Your guesses happen to be guesses I share. But they're just guesses.
I still hope we can get out of this one, but I don't see the solution coming from "the people". If anything, "the people" will have to be dragged kicking and screaming into that future, by governments mandating the right moves, by public and private R&D creating solutions which companies then use to enable the governments to make the right moves.
It seems to me that only the ultra rich have the resources, independence, and arguably intelligence to lead the way to solutions that could save humanity. They might devote their talents and resources to funding research into technologies we will need when when things get so bad that governments are forced to act. Also funding powerful lobbing groups to counteract the powerful lobbing efforts of corporations that benefit from delaying action on the climate.
I sort of disagree; the governments might be (as usual) the crucial element of the solution - they're the only actors on this planet capable of forcing a decision on masses, even if it goes against the wishes of the market. But getting the government to do the right thing sooner rather than later - that's the hard part. Especially that nations are market players themselves, and doing the right thing in case of climate change means handicapping the whole country on the international market.
I think both the ultra rich and governments can be useful in funding more R&D on clean technologies. The goal here should be developing technologies that ultimately let you go carbon-neutral while sacrificing as little as possible compared to the old methods. Doing the right thing is painful for people, and by extension the governments, so whatever can be done to ease that pain increases the chance that the right things will start being done.
I challenge the ultra rich to put a substantial portion of their assets to work in funding large scale R&D on clean technologies, and simultaneously funding powerful lobbying of governments to act on climate change.
Another thought is that for better or worse we now have the tools for "social engineering" and campaigns might be funded
to sway public opinion to support governments that support clean technologies.
I agree with your general point, but I'd add that the market is itself an artifact partly created by government.
I think it's about time we saw more change to the market itself, which requires cultural change among other things.
For example: Insulating homes was mentioned earlier. Yet, more and more people are renting homes and can't do much to improve home efficiency because that's controlled by the landlord, and "voting with your feet" is financially out of reach. Same with working much less, or not commuting: It's not a serious option to those at the less lucky end of the competitive market for essential life goods and services.
Both of those result from a certain style of capitalism, which is arguably in crisis already, and both of those can be greatly improved, even while retaining capital, when there is a widespread change of cultural pressures about basic expectations of owners and employers.
I need to study the details of this case more; from the little knowledge I have on it, the cynic in me would conclude that it only worked as effectively as it did because by the time of the Montreal Protocol, DuPont had figured out and patented a replacement for CFCs.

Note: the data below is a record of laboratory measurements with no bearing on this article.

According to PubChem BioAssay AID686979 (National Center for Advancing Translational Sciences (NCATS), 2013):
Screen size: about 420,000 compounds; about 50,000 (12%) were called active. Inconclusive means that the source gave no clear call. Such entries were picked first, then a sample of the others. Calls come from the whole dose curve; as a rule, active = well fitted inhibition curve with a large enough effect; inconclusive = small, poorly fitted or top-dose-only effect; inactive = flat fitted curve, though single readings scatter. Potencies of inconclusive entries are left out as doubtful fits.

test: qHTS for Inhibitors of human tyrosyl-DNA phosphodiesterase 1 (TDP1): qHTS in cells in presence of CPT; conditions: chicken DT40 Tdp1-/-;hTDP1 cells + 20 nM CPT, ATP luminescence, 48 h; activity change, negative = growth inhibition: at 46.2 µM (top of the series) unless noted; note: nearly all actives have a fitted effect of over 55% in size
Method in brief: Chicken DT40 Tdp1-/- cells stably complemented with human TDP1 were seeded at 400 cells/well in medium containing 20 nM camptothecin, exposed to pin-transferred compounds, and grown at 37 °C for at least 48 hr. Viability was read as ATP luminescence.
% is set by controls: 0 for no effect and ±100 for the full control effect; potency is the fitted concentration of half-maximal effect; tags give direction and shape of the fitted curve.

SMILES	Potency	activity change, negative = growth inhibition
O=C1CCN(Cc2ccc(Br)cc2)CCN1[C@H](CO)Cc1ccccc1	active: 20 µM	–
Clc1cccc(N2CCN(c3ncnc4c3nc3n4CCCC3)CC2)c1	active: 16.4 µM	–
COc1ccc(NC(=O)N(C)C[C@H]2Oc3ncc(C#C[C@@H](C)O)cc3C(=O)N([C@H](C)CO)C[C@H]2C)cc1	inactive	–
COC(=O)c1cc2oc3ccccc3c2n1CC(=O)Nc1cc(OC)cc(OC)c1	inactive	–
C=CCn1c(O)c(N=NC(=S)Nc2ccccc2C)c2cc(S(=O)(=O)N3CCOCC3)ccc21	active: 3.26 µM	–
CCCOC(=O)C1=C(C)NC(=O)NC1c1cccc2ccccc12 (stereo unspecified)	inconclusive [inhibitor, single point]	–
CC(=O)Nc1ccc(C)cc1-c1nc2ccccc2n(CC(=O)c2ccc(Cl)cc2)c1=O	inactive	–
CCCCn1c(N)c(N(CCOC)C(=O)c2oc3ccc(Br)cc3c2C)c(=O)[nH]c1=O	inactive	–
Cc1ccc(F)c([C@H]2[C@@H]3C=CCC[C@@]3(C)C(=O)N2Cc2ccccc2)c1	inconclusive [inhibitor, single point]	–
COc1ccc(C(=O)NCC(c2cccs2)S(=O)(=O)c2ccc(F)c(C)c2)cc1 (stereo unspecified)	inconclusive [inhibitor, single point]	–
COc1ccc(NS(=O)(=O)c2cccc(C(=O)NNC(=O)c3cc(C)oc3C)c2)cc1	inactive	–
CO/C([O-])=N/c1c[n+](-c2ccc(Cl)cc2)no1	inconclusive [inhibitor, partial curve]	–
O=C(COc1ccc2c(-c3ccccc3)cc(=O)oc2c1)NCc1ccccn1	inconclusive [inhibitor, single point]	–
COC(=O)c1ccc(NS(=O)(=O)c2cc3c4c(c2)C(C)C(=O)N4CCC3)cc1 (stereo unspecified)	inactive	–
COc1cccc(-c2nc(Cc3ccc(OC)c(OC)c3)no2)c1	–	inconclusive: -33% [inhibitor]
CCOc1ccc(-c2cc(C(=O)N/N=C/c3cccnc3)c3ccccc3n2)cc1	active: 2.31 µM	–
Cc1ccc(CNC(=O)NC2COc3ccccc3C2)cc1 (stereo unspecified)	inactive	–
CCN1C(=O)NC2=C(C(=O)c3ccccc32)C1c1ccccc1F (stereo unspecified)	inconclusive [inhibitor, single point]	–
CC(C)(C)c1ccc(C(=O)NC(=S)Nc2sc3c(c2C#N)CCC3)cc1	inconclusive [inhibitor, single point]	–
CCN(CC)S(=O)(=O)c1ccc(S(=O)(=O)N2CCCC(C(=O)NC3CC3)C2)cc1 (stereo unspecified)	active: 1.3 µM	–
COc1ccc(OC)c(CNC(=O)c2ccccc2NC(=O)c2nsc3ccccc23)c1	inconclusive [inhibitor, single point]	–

There is a quite recent amendment to the Montreal treaty, the Kigali amendment (2016), which phased out the CFC replacements with strong greenhouse effects in favour of replacements without them. This alone will save us ~0.3° warming until 2100 (if the projections are right).
This is about the only positive news I've ever seen for this topic.
https://ozone.unep.org/sites/default/files/Assessment_Panel/... (eg page ES.23 & ES.24)
(I really love those charts.)
That's far from what sustainability can mean, but it's not even that insane. It's only "insane" by the arbitrary consensus culture we've forged and grown up in.
Imagine what "insanity" we might have to adjust to if we don't do anything. Pseudomilitary lifestyles in communal arcology dwellings with (necessarily) authoritarian regimes. Striving for efficiencies that have been unnecessary since the Paleolithic but through the tools of modernity: rigid, normalized discipline, rationing, eugenics, jumpsuits, nutrient slurry.
Even that would be far preferable to extinction, and it might be what space colonizers might have to endure even with a decadent, present day-style Earth civilization they can never return to.
And it might not be far from what we have to eventually endure either way; even in the best case, Earth has a shelf-life.
That path consists of heavy, heavy investment in geo-engineering and low-cost nuclear right now. As soon as we have perfected solar geo-engineering, we need to put it in place to prevent catastrophic runaway/positive feedback loops, while we work to replace the infrastructure in developing (and developed) countries with low cost nuclear.
This is politically unpopular, but I think that irrational opposition to nuclear (and somewhat rational opposition to geo-engineering) can be overcome more easily than people's unwillingness to sacrifice their own wealth.
Everything else has the wonkiest side effects in the models, eg concerning atmosphere/ocean circulation, which heavily affects local and regional weather patterns, and the cooling is still not sufficient.
Sulfur dioxide has been shown to work in real life experiments (read: volcanic eruptions) and while t has some side effects, it’s a known quantity and the benefits generally outweigh the costs.
Additionally, the atmospheric circulation is disturbed . Interaction with the ozone layer might also be highly problematic.
So this is not a solution, only a last-ditch effort if we need to buy some time. With everything else being constant, the injection needs to be repeated for basically forever, a problem for all solar radiation management techniques.